Robert J. Sawyer

Hugo and Nebula Award-Winning Science Fiction Writer

Wrestling with Gods: Tesseracts Eighteen

by Rob - May 12th, 2015.
Filed under: Short Fiction.

I’m very pleased to have my story “Come All Ye Faithful” reprinted in Wrestling with Gods: Tesseracts Eighteen, edited by Liana Kerzner and Jerome Stueart, just out from EDGE Publications

During an online event for the launch of this book, I observed:

Science fiction is the branch of literature that deals with big questions: where did we come from, where are we going, why are we here, how will it all end, is there a next phase of our existence? Religion — well, my goodness, look at that: the same questions! So, it’s natural for science fiction to explore religion.
And in response to the question “Can people without faith properly write about those with faith?,” I replied:
That’s a specific case of the general appropriation-of-voice discussion that raged long and loud among members of The Writers Union of Canada decades ago. Can a man truly write from a woman’s point of view; can you write characters of another ethnicity/culture/nationality/time period? A different age? A different sexual orientation? A different, or no, disability?

The answer, of course, is yes; hell, much of science fiction would grind to a halt if we said you couldn’t write about nonhumans without actually being one. Goodbye, Wintermute. So long, Spock. AdiĆ³s, aliens.

The reason I write about people different from myself is the same reason I read about them: to, in some small measure, become them, so that I can feel what they feel and know what they know; writing is an empathic process, just as reading is.

Of course, as with anything, research is essential: in “Come All Ye Faithful,” I’m writing (as I have before, in other works) about Roman Catholicism; obviously, one has to get the facts straight.

One area I’ve bumped up against with some of my friends who are professional theologians or clergy is that they often view their religion and its tenets with a more sophisticated — and, often, more skeptical — eye than the rank-and-file adherents; the higher-ups will say, “No Catholic is against evolution anymore” — when in fact many of those in the pews emphatically are. So, you can’t just write about Catholicism — or any religion — as if the term meant the same thing to all who supposedly belong to that faith.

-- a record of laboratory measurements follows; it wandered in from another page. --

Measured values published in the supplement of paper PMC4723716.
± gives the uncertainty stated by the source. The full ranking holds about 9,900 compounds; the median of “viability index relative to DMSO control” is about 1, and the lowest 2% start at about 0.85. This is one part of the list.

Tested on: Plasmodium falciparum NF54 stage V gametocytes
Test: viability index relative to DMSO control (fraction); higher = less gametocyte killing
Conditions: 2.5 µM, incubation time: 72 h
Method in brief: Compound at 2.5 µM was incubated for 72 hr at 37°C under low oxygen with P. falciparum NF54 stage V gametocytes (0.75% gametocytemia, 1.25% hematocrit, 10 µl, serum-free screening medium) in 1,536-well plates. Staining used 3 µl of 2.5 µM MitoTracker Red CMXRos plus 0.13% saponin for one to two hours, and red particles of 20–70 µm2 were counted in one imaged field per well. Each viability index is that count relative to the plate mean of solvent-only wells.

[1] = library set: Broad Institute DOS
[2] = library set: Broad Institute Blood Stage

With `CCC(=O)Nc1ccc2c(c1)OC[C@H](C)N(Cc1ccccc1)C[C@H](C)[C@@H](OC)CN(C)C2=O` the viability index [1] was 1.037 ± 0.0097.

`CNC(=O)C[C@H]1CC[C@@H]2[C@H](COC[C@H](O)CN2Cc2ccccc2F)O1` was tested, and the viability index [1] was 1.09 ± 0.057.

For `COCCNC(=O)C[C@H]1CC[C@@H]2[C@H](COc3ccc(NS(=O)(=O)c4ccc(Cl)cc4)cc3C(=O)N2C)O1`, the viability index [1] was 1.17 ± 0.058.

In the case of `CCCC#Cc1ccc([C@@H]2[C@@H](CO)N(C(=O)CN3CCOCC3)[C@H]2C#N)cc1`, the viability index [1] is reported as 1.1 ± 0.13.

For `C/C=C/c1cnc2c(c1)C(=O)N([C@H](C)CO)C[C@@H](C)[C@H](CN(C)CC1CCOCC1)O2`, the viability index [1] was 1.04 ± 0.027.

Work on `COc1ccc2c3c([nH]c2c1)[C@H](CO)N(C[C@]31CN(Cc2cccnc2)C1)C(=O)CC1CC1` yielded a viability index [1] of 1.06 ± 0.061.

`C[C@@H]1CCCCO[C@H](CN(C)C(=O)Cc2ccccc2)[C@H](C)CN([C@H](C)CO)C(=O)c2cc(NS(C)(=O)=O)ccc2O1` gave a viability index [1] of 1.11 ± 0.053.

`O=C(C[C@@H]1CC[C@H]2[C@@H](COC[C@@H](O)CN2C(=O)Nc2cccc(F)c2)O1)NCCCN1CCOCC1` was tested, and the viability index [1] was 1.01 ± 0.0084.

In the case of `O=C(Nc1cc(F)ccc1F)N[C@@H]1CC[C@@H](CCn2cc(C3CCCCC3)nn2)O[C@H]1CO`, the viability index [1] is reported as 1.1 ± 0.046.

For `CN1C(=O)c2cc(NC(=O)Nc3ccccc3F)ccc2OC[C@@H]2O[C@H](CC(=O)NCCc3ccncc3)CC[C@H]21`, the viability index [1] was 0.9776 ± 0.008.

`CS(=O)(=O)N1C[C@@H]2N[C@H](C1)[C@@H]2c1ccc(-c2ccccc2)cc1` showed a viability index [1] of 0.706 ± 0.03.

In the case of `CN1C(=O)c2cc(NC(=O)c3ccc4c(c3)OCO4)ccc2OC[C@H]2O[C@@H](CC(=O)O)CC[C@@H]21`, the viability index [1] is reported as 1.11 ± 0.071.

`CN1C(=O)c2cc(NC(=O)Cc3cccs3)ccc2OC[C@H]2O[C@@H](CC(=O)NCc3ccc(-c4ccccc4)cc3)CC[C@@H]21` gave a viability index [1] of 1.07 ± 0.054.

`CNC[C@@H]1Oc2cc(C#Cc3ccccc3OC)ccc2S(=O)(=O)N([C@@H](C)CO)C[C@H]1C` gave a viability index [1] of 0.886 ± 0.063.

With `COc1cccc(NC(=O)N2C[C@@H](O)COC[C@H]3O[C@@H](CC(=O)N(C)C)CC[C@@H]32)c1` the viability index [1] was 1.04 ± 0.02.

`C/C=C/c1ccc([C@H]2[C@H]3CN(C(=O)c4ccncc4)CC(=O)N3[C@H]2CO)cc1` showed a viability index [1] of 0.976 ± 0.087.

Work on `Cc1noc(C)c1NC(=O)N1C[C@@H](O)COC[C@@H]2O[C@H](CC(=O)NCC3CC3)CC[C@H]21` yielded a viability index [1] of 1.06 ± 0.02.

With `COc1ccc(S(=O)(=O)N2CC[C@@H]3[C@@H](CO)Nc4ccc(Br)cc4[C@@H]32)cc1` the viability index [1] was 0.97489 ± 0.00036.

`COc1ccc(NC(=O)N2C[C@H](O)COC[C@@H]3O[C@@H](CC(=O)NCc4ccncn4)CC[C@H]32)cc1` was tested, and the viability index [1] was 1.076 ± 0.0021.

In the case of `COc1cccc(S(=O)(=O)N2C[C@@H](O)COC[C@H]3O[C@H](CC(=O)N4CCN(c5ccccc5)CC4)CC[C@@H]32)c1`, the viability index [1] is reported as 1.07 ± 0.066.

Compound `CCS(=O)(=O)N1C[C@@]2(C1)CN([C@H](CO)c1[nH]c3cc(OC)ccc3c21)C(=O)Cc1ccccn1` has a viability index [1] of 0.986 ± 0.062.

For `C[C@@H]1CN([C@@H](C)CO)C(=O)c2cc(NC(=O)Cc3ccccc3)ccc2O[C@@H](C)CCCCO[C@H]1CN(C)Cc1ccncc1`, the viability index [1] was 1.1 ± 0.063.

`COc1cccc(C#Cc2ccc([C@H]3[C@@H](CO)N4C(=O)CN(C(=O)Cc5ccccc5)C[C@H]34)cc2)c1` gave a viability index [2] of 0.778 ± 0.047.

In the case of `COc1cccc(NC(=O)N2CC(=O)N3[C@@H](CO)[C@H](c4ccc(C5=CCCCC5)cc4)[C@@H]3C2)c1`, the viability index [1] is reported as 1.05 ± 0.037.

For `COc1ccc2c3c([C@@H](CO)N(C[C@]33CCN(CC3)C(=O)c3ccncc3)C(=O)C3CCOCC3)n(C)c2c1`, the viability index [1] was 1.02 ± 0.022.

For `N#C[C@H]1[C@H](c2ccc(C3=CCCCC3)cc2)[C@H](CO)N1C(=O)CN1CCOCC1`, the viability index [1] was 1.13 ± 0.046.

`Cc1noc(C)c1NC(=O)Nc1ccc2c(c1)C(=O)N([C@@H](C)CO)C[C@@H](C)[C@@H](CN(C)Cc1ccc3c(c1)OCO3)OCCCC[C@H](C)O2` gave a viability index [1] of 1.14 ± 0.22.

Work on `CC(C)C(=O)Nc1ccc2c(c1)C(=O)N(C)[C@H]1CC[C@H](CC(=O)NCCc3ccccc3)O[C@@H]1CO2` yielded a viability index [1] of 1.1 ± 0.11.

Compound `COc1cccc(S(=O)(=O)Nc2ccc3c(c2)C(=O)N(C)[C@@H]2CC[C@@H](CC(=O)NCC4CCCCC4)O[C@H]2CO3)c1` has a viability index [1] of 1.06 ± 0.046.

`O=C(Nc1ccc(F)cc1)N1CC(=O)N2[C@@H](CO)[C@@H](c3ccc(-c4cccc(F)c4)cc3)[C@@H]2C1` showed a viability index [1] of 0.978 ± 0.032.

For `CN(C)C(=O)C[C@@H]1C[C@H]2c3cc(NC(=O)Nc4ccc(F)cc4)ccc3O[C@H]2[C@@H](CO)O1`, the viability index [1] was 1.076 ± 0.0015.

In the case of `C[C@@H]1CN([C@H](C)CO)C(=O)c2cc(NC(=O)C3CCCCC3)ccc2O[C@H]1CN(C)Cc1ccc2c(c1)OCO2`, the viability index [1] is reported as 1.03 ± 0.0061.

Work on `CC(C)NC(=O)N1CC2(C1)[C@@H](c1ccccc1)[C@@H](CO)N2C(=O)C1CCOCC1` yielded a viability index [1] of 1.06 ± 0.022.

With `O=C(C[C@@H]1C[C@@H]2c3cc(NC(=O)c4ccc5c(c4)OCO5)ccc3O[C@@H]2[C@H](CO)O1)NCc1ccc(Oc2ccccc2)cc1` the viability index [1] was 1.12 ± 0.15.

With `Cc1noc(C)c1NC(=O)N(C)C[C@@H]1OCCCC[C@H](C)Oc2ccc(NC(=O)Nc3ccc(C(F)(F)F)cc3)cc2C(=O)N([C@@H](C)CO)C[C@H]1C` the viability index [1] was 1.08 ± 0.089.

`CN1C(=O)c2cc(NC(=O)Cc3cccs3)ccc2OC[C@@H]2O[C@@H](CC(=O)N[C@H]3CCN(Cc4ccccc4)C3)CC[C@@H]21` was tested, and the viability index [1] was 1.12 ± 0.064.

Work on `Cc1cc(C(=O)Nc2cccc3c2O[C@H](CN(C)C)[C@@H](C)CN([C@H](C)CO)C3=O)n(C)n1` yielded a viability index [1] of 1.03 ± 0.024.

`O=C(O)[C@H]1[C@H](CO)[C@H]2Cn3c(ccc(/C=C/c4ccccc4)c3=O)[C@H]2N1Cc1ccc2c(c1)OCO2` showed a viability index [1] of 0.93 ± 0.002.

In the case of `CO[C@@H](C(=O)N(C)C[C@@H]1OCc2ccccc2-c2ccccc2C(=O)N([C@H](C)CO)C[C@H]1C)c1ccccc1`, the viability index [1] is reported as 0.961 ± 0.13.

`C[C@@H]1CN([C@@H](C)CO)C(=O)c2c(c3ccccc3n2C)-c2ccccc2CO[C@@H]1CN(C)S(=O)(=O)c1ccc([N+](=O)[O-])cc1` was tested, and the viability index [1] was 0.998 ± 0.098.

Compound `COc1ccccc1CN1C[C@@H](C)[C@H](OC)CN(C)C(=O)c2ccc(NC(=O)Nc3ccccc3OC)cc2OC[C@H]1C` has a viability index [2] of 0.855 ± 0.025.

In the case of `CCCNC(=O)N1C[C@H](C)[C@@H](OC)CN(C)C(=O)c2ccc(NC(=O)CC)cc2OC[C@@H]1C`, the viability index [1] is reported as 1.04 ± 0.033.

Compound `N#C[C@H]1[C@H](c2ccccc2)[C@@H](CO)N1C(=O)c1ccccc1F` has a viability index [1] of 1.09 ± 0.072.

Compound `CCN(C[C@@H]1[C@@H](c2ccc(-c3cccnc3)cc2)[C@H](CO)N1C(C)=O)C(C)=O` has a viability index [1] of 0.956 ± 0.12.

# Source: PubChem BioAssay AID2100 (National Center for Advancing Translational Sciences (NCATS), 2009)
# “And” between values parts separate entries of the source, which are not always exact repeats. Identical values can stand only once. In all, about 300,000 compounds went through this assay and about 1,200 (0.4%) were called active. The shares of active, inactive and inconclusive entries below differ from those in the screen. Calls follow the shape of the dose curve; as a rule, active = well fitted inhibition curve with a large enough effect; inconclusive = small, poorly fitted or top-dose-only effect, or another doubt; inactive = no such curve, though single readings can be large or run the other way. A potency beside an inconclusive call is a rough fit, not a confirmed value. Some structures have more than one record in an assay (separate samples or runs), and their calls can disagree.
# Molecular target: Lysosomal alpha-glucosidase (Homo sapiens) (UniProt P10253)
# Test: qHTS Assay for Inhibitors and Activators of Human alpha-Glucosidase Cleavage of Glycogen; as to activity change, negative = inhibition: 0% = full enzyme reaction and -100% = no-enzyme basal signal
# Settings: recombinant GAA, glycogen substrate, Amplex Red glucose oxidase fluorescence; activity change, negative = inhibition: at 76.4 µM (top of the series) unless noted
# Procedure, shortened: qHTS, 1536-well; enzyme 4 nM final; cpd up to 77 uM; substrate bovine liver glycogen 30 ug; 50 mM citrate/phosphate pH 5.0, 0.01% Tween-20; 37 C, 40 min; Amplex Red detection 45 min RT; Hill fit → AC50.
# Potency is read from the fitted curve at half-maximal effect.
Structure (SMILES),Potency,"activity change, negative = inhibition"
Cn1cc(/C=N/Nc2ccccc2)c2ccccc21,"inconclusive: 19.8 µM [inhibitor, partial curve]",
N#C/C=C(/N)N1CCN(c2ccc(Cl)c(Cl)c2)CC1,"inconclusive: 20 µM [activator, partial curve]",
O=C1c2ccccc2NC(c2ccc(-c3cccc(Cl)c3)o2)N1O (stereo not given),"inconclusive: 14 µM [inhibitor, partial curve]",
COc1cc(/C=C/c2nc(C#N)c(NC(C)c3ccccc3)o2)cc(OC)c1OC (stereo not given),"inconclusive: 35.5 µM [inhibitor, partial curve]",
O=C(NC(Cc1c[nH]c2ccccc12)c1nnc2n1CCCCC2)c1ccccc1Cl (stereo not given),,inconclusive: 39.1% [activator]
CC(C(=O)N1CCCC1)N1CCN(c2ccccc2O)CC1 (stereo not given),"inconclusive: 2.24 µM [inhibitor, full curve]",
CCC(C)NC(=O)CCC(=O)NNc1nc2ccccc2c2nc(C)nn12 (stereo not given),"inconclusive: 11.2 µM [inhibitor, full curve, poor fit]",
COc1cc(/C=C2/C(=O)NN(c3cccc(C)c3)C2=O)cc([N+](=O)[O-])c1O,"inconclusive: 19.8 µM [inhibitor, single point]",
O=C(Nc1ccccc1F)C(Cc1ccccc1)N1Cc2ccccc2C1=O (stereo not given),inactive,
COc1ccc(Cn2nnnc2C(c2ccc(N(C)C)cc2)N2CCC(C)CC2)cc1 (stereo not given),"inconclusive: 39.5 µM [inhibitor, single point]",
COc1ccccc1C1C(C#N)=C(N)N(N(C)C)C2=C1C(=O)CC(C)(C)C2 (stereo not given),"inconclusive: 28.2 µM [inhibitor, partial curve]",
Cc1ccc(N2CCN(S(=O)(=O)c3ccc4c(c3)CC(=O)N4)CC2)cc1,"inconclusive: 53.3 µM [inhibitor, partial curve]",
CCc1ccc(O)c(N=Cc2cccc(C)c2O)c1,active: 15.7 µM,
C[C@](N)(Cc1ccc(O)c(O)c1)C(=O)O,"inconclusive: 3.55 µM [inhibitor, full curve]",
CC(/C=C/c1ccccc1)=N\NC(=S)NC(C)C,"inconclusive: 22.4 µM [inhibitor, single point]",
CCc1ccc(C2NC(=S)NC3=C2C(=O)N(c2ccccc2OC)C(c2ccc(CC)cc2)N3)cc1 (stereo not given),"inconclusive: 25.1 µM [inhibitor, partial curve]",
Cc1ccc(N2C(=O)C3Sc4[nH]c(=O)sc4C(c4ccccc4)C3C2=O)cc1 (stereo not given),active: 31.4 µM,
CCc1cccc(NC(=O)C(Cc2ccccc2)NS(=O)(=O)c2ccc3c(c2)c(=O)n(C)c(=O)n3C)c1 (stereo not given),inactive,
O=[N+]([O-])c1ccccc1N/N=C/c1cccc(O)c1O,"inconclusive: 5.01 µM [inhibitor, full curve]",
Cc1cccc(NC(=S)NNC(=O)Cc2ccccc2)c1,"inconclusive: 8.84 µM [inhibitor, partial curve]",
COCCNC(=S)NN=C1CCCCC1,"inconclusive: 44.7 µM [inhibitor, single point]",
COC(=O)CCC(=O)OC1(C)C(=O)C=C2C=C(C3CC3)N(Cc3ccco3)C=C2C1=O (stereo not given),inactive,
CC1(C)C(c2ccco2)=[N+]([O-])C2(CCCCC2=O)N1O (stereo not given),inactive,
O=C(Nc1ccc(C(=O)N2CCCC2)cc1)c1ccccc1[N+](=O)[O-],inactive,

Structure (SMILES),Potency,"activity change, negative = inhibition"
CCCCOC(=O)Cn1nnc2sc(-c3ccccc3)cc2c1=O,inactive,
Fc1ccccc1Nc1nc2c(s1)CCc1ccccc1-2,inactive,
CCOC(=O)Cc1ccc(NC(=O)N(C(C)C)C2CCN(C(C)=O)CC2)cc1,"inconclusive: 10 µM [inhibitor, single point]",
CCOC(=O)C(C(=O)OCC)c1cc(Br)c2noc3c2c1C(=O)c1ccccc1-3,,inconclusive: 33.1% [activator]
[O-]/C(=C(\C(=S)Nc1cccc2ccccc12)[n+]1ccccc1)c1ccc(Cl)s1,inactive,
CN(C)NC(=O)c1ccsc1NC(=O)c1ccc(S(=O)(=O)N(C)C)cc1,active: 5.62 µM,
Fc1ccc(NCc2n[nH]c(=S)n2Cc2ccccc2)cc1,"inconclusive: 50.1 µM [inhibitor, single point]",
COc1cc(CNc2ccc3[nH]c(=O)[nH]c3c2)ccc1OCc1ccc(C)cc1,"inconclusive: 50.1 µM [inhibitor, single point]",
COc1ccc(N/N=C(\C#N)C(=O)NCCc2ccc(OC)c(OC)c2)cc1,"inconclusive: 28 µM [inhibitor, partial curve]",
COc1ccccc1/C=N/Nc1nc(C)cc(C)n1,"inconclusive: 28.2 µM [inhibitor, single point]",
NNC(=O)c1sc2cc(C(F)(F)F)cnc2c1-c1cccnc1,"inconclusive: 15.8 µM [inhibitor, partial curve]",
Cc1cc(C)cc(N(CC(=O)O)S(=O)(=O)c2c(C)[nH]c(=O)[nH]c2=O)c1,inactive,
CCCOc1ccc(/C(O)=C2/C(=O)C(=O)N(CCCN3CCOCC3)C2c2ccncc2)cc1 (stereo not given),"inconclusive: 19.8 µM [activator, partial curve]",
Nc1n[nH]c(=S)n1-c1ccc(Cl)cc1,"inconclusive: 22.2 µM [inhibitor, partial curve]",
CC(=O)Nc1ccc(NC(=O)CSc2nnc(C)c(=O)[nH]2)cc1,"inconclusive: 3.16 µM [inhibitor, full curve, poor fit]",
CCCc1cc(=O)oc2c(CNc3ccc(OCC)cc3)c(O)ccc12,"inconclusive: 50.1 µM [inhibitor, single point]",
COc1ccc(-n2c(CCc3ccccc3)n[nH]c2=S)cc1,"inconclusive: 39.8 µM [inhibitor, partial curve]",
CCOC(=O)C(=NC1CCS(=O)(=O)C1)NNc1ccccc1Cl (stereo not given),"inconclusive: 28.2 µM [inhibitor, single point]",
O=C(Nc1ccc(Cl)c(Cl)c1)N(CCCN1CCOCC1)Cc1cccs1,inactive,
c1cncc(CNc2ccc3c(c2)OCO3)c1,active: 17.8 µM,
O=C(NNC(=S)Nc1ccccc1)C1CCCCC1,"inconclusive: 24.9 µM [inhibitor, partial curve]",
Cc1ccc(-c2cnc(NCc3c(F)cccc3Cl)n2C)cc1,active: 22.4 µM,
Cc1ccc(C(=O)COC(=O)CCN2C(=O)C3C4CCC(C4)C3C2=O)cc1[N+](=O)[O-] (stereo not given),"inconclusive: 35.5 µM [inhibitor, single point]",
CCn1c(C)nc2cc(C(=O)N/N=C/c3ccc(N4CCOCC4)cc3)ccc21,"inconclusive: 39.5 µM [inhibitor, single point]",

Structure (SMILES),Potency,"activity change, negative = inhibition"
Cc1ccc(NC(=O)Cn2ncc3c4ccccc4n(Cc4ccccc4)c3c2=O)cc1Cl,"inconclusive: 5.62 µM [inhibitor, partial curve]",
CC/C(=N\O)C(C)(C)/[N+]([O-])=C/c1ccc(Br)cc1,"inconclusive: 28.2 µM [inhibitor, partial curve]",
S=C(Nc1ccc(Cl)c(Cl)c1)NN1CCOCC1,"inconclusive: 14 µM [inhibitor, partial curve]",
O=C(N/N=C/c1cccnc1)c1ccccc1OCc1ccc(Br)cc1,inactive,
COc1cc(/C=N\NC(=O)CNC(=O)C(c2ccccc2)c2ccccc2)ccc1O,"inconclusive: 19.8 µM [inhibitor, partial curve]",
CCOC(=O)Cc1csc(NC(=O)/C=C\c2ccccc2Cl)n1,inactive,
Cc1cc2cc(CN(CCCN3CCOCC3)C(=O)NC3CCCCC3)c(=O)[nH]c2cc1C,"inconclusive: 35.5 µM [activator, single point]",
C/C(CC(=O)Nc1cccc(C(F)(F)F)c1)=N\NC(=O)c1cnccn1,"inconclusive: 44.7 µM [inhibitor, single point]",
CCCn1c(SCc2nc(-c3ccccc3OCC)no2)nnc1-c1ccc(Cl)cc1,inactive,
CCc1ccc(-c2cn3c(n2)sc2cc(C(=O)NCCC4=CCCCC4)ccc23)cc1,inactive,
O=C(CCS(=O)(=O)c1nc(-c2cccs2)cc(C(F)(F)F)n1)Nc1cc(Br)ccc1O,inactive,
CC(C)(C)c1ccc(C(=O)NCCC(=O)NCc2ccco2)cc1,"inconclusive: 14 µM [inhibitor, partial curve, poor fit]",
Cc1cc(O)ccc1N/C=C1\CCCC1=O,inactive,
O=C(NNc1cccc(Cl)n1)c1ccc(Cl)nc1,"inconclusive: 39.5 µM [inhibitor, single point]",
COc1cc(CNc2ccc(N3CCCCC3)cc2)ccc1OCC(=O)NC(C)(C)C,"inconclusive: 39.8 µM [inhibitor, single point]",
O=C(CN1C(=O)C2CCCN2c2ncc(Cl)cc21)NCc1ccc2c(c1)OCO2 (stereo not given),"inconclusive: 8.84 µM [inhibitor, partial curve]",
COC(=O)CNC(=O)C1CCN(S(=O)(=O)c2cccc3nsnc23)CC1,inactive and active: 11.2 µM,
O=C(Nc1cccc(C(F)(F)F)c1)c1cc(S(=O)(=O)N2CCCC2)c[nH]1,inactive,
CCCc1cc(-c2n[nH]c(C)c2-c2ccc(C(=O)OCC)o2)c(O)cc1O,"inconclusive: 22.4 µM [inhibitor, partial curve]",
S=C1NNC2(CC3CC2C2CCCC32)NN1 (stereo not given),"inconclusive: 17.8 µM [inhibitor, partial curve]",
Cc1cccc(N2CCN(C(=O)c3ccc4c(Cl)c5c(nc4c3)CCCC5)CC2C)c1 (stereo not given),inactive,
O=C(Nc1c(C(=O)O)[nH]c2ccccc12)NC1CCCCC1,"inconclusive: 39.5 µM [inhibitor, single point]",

One of my favourite moments in the seminal Canadian SF novel Barking Dogs, by Terence M. Green of Toronto, occurs when the first American Pope, Pope Martin, is interviewed on The Phil Donahue Show — and an audience member (the viewpoint character, Toronto cop Mitch Helwig), using an infallible portable lie detector, realizes that the Pope himself is unsure in his faith. Writing about people with faith and those without sometimes amounts to the same thing — writing about people who are asking questions.

Robert J. Sawyer online:

1 Response to Wrestling with Gods: Tesseracts Eighteen

  1. Well said, sir.

    When you’re writing for a character, you’re creating an individual who has their own thoughts, feelings, beliefs, etc, etc. You’re not deigning to speak for everyone in a gender, race, or religion – just for that particular member.

    When Mary Vaughn explains Christianity to Ponter in Hominids, I couldn’t help but think I’d explain it differently, but the thought was incredibly familiar because I’ve had the exact same sensation listening to real people talk about Christianity.

    And one of my favorite books also has at least two scenes where a pope doubts his faith! St. Peter in the Gospel of Luke!

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